View Full Version : Longjohns top+bottom vs an extra zipfleece + 12oz side zip ins. pants

01-29-2010, 14:01
Hi there fellow hikers!

I have been pondering the issue of base layer for a while. One of my gripes with longjohns style base layers has been that as it warms during the day, in order to take it off, one must strip down to undies to remove it. With snow and cold, this is not a good system.

I was thinking....what about dropping these two and replacing it with a zip fleece and adding this base layer's warmth as a second layer instead. For bottoms, I was thinking of some kind of side-zip insulated pants like montbells.

I'm not worried about a sleep system: my t-shirt and conv pants are sufficient

Has anyone ever tried this?

01-29-2010, 14:34
Most of the time in the winter when I need pants to hike I hike in my shell pants which have full zips. This helps a lot for venting.

I am close to getting a pair of thermawraps to replace my fleece pants in camp. I like the idea of the side zips for the off chance I would need them while hiking or to possibly put on close to making camp or even just after arriving in camp. I have a jacket for breaks and lunch and thermawraps might be useful for lunch stops too.

I stay very warm though when hiking, I can regulate fairly well with a hat, gloves, neck gaiter. I've also recently added a wind shirt which for me would function about the same as putting on a lightweight fleece top.

While the zipfleece (I'd say half-zip) could be about the same weight and warmth as the longjohn top (depends on weight), the bottoms would be lighter but not as warm I'd think.

01-29-2010, 15:09
Have you thought of replacing the top with a half-zip running top?

I wouldn't spend >$50 for a shirt, but I own several of similar style. I sometimes use a windshirt, instead of the 1/2zip top.

01-29-2010, 15:25
The issues I would have with this are (a) weight, and (b) might be too warm at times.
For me, a thin base layer allows me to start walking with them on when it's pretty cold out; I think with the fleece or a thermawrap (or cocoon or any such) outer pant I'd be too warm almost immediately in most conditions.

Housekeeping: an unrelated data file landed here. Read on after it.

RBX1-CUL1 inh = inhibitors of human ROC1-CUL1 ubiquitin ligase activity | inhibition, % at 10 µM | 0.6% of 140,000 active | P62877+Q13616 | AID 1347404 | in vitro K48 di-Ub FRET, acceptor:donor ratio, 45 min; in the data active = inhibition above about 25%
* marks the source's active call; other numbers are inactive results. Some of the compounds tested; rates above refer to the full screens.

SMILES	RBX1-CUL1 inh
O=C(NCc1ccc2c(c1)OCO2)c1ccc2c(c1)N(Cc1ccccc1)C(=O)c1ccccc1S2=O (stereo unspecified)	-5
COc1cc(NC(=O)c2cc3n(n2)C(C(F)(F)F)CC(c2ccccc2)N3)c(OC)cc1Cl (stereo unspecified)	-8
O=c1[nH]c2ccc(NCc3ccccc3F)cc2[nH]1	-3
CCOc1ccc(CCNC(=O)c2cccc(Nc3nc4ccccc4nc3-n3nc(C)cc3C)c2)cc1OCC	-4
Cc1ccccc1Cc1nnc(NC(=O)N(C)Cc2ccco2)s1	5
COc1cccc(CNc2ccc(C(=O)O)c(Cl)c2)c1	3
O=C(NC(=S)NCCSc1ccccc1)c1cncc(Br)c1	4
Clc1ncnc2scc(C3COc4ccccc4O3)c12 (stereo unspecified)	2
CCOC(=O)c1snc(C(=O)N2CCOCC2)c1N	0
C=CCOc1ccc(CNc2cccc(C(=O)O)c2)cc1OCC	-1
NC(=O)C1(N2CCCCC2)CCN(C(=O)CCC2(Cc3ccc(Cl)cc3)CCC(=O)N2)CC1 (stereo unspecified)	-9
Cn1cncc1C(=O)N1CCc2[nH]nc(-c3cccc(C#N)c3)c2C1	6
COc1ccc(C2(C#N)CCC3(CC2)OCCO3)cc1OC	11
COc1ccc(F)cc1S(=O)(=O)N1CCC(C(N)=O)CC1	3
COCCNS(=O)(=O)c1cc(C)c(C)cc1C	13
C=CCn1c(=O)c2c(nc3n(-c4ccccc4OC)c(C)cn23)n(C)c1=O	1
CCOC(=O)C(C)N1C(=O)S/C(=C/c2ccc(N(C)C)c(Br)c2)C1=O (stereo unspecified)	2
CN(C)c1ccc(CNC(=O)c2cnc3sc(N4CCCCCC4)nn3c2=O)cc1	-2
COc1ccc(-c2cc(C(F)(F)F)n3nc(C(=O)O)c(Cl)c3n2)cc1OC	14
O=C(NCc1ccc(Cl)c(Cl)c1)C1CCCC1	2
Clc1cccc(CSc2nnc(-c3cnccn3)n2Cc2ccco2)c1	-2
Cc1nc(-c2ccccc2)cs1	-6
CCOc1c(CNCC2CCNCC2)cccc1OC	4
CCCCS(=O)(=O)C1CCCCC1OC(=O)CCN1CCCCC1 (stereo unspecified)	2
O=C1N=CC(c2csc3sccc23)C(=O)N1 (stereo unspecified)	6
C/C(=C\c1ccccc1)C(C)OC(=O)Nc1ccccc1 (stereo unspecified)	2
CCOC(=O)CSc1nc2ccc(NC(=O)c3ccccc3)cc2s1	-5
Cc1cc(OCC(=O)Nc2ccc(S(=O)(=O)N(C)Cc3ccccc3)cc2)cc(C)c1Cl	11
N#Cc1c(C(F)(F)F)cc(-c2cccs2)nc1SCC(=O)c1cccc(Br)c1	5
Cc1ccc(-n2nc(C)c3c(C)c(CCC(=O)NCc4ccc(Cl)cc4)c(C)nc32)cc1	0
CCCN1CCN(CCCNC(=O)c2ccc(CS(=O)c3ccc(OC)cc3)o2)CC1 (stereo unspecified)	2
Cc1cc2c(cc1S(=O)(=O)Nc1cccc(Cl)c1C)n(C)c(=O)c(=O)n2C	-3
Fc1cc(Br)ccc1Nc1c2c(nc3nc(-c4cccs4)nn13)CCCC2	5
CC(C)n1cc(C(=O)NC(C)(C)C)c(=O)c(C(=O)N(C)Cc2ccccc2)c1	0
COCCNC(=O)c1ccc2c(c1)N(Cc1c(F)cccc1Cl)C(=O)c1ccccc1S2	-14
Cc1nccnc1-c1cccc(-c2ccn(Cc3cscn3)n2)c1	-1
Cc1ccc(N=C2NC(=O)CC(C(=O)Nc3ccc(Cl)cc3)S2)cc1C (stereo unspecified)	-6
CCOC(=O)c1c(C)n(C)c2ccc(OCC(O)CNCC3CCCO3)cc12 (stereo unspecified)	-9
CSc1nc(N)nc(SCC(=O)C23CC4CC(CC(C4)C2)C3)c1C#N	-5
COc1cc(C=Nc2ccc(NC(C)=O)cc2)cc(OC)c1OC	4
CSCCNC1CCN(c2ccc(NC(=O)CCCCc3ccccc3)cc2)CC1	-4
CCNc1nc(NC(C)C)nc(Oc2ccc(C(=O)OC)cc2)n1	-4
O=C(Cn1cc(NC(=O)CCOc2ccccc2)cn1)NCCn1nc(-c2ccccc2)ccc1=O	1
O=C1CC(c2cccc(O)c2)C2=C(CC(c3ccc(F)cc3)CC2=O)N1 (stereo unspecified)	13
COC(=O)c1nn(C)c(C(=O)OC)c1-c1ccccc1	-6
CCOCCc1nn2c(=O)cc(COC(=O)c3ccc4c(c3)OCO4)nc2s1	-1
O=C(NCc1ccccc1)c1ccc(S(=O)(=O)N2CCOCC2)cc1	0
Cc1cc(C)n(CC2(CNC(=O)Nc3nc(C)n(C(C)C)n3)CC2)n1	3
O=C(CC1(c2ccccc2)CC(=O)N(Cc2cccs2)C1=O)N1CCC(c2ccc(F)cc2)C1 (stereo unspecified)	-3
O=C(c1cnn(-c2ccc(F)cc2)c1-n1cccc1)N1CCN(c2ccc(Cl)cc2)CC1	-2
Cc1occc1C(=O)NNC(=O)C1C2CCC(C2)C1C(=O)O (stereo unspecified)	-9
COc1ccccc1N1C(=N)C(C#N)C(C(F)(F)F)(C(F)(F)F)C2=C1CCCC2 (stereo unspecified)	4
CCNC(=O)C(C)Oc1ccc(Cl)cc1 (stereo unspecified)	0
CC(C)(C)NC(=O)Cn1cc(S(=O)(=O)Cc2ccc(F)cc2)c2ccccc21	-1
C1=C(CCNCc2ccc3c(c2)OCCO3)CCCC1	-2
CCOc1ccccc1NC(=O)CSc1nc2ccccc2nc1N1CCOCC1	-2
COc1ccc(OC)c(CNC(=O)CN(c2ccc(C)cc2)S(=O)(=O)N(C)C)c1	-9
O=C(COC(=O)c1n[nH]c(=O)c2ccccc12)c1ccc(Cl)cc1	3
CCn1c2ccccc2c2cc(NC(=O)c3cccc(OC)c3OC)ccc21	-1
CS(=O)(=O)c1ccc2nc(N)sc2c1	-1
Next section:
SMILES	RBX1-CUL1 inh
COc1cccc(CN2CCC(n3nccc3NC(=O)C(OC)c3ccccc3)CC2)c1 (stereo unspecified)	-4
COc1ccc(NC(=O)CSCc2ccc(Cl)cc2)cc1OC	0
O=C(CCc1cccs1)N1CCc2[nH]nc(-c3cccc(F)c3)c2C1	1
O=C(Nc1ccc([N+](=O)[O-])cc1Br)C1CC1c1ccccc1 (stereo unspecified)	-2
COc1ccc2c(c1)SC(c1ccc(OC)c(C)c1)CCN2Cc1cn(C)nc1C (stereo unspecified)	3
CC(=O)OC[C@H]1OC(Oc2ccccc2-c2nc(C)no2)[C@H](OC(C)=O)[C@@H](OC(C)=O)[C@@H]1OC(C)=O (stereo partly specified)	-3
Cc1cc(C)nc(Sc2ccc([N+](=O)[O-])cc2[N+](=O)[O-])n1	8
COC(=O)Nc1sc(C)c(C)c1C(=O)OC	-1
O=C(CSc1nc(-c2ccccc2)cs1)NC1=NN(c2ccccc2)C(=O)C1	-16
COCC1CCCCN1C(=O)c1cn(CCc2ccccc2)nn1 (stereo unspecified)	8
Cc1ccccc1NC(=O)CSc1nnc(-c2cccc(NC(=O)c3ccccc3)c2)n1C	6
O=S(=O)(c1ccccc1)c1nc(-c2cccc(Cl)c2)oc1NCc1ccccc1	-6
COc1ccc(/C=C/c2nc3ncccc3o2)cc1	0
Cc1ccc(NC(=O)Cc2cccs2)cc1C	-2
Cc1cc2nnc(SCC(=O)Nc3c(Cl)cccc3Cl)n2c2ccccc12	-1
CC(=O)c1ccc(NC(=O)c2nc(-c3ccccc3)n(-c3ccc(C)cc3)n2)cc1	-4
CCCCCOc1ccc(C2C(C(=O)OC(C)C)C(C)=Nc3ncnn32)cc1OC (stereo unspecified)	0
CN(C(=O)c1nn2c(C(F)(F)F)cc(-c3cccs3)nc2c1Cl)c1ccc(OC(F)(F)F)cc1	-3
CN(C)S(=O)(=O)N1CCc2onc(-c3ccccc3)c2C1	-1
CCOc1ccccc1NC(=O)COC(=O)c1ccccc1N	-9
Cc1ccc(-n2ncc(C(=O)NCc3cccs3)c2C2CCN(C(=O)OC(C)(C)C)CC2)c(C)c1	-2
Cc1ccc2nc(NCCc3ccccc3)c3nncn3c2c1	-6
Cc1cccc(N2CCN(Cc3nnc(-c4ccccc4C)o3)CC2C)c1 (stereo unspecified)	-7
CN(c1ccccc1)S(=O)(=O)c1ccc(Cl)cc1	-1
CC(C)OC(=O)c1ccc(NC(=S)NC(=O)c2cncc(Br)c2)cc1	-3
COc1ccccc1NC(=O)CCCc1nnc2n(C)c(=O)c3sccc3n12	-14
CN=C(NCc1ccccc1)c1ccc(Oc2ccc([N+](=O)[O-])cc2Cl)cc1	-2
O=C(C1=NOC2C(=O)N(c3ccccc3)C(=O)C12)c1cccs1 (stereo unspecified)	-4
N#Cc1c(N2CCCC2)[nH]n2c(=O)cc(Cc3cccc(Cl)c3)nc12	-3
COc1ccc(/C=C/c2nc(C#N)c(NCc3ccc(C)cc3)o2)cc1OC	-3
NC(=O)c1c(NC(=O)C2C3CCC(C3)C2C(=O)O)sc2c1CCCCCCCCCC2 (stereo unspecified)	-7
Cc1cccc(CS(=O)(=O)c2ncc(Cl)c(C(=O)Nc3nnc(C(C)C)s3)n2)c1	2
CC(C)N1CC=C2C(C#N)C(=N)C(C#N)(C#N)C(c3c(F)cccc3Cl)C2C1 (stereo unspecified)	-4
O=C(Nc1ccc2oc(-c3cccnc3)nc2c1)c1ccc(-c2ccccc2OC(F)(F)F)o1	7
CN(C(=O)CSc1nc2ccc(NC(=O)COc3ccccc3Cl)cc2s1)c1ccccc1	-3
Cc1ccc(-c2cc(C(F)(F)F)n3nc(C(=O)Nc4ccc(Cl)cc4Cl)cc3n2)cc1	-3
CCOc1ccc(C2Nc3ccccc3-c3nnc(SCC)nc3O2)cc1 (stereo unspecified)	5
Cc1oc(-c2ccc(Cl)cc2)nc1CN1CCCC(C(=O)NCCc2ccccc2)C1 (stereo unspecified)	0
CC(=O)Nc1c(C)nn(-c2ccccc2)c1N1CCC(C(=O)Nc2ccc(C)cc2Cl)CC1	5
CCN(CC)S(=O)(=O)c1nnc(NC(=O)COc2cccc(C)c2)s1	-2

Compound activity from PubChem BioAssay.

Of course it very much depends on which particular conditions you envision using these in, as well as your overall hiking "style" (pace, metabolism, how often and for how long you take breaks during the day, etc etc).

01-29-2010, 15:52
The added Weight is not too much more...I used to use the smartwool midweight top/bottoms and those are rather beefy.

I feel like the flexibility is much more now. It's a lot easier to hike in a tshirt and light fleece than work the midweights into the package. Even today, at work, I "hiked in" wearing longjohns and I had to extract the top within a few minutes of getting inside. If it was just a zipdown, it would have been trivial.

Plus....I rarely need longjohn lowers. I'm either comfy in my hiking pants plus waterproof pants or I really need warmth. So its either too little or too much.

01-29-2010, 17:57
I don't mind stripping down in winter to add or remove a skin layer.
It is a good way to dry things out.

It doesn't happen that often though, with the right layering system. If you leave your shells off most of the time, and wear wool and fleece, then everything breathes, and the wool is very forgiving being able to absorb alot of moisture and dry out again. Most of the adjustment during the day is with hats and mitts, and the extra fleece layers over top if there are any, and shells only going on if you stop or if it gets really windy and cold, or rain. Again even with shells, while you need them, the wool is very forgiving, and can absorb alot of body moisture for a time, recovering its heat, and then dry out later. The innermost skin layer usually only needs to be chosen at the beginning of the day, and is optional on days when you are active. I usually hike in winter with no skin layer under my wool sweater, or a thin wool sweater if anything, and synthetic leggings under my hiking shorts. I add fleece pants if its colder. If its really cold I will dig my long wool underwear out of my sleeping bag and put them on. If its really cold, all my layers are on, and my outer shell with hood turns everything into a parka. Down clothing just gets in the way of such a system. Whatever down I carry would be in my sleeping bag.

01-29-2010, 18:01
Zippers add weight, and leak warmth.
More wool and fleece weight, less zipper and shell weight.
When you add it all up, wool and fleece systems are lighter than down systems.

If there is a case for down clothing, it is only in pure alpine or arctic conditions, or day trips, not in conditions that are a mix of cold and wet and extreme cold over severaL days. Down clothing is way overdone.

01-29-2010, 18:05
Maybe something like these....


They don't even look that hard to make if you can sew, the price seems a bit steep.

01-29-2010, 18:17
They look intended for use with a full length parka, to the knee. Good system for stationary winter camping or ice fishing, travelling by snowmobile or vehicle, but not for trips where most of your day is spent travelling on foot. A skin layer and 200wt fleece pants and separate wind pants are more flexible.

01-30-2010, 10:31
I actually find that while in motion....the raingear is the most important warmth item due to wind blocking and "vapor barrier" effect and my fleeces just have the wind blow right through them.

But I'll bow to the wisdom and put all my longjohns back into my pack. A winter hike is no place to experiment and find out you were wrong =)